Tuesday, March 20, 2018

YL143, a novel mutant selective irreversible EGFR inhibitor, overcomes EGFRL858R, T790M‐mutant resistance in vitro and in vivo

Zhang Zhang, Jian Zou, Lei Yu  Jinfeng Luo, Yan Li  Zhengchao Tu, Xiaomei Ren  Hongcheng Wei, Liyan Song, Xiaoyun Lu,  Ke Ding

Cancer Medicine, 2018
doi: 10.1002/cam4.1392

YL143 was identified as a novel wild‐type sparing EGFRT790M inhibitor with good pharmacokinetic properties. It potently suppresses EGFRL858R/T790M with an 50% inhibitory concentration (IC50) value of 2.0 ± 0.3 nmol/L, but is approximately 92‐folds less potent against EGFRWT kinase. YL143 suppresses cellular proliferation and induces G0/G1 phase arrest and apoptosis in H1975 cells with EGFRL858R/T790M mutation at 30 nmol/L. It also exhibits acceptable pharmacokinetics (PK) parameters with an oral bioavailability value of 25.0% after oral administration in rats and exhibits promising antitumor efficacy in a gefitinib‐resistant human H1975 xenografted model after oral administration of 30 mg/kg/day. These data supported that YL143 could be a promising lead compound for overcoming clinical EGFRT790M resistance of patients with non‐small‐cell lung cancer (NSCLC).


Friday, March 16, 2018

Discovery of a 29-Amino-Acid Reactive Abiotic Peptide for Selective Cysteine Arylation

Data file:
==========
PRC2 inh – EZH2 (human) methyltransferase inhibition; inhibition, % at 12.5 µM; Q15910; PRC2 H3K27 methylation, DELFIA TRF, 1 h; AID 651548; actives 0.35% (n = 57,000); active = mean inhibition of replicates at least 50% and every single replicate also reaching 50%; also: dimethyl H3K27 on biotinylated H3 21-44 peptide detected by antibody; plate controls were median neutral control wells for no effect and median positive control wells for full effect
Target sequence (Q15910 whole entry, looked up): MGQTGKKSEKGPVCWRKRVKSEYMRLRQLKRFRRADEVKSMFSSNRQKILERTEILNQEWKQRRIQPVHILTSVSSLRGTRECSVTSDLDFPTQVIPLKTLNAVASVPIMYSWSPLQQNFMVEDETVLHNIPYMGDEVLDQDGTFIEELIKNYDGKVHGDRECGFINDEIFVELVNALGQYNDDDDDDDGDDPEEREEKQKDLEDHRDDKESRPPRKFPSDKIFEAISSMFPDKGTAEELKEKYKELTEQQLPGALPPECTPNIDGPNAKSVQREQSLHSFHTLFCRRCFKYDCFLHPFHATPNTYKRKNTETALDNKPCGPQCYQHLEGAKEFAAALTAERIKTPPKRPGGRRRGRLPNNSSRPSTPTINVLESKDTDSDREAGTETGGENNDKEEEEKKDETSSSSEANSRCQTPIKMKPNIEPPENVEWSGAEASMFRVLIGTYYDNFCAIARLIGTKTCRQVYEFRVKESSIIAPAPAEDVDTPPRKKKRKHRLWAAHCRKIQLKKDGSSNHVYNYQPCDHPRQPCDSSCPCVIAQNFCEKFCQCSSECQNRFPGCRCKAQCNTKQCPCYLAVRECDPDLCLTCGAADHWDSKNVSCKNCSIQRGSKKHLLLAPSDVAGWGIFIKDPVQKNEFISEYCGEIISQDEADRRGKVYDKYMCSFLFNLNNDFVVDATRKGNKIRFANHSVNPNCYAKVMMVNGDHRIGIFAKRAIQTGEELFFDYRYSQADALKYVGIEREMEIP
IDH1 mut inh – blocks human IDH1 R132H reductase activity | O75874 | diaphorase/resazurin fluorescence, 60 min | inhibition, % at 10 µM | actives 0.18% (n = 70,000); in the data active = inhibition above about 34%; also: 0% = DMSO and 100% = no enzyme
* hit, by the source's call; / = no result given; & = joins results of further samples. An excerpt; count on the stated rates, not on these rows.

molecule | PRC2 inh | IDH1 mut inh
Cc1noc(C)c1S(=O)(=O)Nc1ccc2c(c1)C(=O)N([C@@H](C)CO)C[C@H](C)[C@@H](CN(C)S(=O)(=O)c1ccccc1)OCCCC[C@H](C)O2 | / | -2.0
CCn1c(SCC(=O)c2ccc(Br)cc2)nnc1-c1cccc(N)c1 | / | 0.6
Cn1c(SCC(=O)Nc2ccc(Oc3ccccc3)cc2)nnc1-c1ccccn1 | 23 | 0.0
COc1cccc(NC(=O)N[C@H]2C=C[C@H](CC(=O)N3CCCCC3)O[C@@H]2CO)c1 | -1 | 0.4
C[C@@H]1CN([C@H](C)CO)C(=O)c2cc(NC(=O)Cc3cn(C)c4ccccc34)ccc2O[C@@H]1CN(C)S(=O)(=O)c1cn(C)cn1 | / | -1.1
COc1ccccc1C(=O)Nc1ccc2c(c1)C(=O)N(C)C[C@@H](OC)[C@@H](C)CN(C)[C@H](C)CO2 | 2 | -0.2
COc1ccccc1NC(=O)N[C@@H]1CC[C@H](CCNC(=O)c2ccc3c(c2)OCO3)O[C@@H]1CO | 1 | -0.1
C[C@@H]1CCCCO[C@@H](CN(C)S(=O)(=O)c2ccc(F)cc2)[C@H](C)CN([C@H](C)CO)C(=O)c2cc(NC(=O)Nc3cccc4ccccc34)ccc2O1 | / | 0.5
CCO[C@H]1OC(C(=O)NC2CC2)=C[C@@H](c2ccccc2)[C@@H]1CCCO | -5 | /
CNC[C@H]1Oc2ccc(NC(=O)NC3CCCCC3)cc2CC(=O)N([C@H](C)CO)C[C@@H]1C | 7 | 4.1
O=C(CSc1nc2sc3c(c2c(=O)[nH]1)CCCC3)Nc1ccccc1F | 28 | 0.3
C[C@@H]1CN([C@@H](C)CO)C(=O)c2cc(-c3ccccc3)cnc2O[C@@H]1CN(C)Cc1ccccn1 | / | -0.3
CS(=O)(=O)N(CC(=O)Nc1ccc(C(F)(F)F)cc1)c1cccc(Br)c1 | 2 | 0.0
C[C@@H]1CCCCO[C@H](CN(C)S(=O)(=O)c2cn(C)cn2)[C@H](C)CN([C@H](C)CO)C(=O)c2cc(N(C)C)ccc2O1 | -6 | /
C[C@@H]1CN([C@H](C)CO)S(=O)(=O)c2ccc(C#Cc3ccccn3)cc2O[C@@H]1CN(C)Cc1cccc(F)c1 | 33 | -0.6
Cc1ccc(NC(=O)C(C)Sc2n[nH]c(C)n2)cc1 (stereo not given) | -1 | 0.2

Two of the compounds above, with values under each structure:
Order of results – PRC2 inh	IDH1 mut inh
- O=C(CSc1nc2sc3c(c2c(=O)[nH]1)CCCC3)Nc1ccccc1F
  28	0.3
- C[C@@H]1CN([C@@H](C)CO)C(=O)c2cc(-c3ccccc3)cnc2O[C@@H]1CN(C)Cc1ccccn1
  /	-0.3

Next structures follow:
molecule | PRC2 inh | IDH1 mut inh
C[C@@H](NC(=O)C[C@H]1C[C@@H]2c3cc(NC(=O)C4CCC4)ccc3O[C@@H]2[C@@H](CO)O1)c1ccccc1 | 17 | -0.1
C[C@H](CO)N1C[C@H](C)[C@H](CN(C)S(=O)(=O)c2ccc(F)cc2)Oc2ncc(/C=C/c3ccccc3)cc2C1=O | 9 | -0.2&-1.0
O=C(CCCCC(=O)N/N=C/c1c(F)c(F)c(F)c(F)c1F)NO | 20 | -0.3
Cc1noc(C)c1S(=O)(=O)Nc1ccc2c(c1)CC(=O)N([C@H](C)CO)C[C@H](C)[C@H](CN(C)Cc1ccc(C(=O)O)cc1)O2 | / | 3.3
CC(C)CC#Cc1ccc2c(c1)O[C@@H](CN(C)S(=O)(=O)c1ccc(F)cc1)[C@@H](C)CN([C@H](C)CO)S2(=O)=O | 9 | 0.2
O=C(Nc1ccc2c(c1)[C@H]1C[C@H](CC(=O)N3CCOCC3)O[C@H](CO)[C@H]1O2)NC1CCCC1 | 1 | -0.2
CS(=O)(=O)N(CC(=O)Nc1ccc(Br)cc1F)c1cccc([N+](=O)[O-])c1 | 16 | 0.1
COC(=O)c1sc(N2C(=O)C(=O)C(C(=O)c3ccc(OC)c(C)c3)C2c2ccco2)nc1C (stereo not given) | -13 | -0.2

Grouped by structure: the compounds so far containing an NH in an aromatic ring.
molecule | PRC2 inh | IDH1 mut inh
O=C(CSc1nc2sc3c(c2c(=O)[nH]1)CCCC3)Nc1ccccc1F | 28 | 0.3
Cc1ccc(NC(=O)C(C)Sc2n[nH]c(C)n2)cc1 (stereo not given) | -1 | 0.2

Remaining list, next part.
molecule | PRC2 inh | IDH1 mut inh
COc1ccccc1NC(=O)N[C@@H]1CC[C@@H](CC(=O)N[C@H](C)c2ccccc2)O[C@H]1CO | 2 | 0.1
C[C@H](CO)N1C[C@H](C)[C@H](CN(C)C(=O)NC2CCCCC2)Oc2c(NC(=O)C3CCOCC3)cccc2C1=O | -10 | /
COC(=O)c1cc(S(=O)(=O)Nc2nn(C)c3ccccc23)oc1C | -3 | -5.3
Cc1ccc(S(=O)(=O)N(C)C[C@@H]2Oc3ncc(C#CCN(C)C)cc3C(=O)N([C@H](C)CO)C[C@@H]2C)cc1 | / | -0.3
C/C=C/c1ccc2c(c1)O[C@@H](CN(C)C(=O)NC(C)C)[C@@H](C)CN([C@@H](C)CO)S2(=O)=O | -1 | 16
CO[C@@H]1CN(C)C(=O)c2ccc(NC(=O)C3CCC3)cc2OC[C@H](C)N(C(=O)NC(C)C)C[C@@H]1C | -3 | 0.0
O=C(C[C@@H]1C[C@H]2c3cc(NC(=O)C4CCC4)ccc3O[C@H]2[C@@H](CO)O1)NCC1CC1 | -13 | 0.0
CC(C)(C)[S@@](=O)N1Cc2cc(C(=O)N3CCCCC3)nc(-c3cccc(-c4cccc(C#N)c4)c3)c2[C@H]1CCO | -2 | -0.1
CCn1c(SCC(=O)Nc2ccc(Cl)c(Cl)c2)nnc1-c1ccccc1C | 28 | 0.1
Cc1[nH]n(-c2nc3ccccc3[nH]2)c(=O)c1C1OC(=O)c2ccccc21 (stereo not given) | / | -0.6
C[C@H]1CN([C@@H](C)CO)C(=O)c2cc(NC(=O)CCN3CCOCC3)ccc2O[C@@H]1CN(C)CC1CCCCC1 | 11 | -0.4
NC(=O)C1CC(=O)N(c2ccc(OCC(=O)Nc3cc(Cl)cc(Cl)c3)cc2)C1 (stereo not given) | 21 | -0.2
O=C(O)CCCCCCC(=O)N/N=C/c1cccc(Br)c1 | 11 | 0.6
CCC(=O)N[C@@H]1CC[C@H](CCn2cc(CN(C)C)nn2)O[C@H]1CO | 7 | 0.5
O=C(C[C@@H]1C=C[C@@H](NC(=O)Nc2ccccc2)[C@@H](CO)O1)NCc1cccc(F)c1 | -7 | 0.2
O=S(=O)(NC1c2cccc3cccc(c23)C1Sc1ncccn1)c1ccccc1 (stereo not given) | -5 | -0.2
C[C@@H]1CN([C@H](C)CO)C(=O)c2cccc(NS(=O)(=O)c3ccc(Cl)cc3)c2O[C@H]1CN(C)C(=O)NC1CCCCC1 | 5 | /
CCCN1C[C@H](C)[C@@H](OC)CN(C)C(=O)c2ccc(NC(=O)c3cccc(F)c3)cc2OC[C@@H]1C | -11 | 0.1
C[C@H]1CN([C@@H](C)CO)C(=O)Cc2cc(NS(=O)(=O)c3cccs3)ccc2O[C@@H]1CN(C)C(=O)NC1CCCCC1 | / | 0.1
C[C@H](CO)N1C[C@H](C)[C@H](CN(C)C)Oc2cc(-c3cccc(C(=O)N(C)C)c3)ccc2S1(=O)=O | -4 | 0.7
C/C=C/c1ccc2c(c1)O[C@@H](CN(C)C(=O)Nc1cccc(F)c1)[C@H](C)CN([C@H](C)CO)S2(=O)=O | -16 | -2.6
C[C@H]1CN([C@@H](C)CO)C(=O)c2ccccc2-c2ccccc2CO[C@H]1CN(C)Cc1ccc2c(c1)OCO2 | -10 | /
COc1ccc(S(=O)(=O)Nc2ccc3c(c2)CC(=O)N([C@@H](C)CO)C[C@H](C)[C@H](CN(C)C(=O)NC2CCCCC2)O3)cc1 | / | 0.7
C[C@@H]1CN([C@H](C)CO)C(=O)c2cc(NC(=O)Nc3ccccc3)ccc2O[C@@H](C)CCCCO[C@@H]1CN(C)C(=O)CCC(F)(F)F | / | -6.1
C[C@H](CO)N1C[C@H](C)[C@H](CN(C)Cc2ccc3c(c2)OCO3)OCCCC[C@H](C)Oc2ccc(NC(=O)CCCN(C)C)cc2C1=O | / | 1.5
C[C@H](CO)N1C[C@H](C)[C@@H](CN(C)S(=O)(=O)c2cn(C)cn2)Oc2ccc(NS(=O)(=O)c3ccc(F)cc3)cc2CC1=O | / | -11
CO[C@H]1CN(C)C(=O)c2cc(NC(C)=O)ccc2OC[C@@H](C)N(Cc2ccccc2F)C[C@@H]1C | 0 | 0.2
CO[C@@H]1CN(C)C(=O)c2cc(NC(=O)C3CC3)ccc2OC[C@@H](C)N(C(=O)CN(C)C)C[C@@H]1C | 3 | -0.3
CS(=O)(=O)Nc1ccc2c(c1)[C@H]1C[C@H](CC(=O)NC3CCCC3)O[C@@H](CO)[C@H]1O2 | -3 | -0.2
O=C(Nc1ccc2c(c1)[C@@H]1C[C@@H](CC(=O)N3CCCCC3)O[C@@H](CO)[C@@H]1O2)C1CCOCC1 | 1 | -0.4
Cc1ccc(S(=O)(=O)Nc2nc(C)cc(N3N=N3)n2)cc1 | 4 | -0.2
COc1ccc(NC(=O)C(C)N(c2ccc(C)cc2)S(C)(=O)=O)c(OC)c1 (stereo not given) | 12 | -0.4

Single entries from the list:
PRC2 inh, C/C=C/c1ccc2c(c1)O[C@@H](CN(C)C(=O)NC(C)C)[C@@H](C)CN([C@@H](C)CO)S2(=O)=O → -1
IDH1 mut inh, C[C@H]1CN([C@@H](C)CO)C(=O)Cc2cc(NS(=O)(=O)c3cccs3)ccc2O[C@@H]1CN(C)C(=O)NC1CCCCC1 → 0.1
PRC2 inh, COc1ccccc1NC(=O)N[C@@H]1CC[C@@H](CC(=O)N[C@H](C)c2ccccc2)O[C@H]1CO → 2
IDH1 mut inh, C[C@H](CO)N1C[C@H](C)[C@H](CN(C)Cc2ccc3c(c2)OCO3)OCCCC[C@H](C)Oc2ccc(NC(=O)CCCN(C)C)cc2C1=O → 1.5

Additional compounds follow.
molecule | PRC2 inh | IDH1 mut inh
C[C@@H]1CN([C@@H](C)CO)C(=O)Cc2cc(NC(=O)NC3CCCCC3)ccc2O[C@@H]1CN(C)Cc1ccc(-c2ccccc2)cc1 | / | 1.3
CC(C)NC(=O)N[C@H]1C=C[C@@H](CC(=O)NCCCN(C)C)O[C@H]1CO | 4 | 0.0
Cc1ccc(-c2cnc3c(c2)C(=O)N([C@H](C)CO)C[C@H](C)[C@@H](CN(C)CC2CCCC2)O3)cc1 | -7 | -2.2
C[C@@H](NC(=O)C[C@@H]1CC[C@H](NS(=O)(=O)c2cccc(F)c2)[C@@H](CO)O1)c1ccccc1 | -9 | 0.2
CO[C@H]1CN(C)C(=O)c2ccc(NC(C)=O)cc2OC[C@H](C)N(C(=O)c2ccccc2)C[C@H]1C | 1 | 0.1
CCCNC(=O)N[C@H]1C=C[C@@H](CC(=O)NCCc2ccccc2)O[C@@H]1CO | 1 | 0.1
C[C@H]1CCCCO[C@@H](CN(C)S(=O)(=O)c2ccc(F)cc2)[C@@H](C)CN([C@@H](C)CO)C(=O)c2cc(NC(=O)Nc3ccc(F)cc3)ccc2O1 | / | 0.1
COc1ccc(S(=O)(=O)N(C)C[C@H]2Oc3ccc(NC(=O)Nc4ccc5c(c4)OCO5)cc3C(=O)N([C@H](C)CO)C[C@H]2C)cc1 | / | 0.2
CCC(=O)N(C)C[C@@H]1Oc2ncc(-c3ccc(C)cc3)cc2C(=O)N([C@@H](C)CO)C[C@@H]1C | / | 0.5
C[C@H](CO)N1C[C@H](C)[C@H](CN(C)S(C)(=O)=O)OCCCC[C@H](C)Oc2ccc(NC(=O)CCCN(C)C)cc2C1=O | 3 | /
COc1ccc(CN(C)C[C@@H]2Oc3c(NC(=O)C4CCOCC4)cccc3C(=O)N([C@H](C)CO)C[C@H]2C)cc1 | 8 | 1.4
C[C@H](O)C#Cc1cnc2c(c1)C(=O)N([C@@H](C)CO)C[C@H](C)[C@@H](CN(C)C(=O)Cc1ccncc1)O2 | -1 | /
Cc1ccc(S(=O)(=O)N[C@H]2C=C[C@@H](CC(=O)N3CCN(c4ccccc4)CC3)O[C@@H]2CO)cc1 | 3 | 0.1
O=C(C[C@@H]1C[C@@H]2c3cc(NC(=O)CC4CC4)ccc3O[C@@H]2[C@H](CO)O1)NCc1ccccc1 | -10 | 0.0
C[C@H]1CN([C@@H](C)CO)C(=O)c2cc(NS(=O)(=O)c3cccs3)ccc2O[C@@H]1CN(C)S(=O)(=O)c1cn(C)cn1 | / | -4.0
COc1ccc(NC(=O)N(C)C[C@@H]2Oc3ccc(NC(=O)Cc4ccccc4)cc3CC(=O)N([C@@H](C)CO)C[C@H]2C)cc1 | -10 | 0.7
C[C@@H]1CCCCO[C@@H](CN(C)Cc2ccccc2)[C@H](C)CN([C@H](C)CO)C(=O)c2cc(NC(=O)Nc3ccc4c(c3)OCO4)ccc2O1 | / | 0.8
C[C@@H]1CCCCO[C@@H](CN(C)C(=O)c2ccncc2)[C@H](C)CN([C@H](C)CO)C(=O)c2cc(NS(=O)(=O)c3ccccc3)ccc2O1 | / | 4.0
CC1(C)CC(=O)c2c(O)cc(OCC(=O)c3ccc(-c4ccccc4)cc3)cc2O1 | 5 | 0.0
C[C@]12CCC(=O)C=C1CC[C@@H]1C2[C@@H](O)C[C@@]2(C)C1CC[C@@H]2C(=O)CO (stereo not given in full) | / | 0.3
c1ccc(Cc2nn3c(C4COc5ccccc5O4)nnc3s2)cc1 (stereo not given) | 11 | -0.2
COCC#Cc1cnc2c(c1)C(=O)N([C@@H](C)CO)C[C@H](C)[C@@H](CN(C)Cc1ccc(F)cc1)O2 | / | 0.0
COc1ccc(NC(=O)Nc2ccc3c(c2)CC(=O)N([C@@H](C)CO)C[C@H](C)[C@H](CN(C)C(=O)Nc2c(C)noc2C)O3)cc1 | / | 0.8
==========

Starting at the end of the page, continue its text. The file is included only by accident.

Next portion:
Ethan D. Evans  and Bradley L. Pentelute

ACS Chem. Biol.201813 (3), pp 527–532

The regio- and chemoselective modification of proteins or peptides with chemical reagents is often challenging. One approach to overcome this problem involves identifying abiotic polypeptide sequences that react with specific small molecules. Toward this goal, we profiled ∼5 × 1013 randomized 30-mer peptides using mRNA display and high-throughput sequencing in search of polypeptides that can undergo cysteine arylation with a water-soluble perfluoroarene. Within this vast chemical space, we discovered a cysteine-containing sequence with a second-order rate constant of 0.29 M–1 s–1 for arylation. An N- and C-terminal truncation reduced the reaction rate, as did the addition of denaturants. When the reactive peptide was covalently fused to the enzyme Sortase A, we observed regiospecific arylation at a single cysteine site, leaving the enzyme’s active site cysteine unchanged. Taken together, these results demonstrate that long polypeptides of defined sequence, when matched with the appropriate reactive group, can be used for selective arylation of cysteine in water.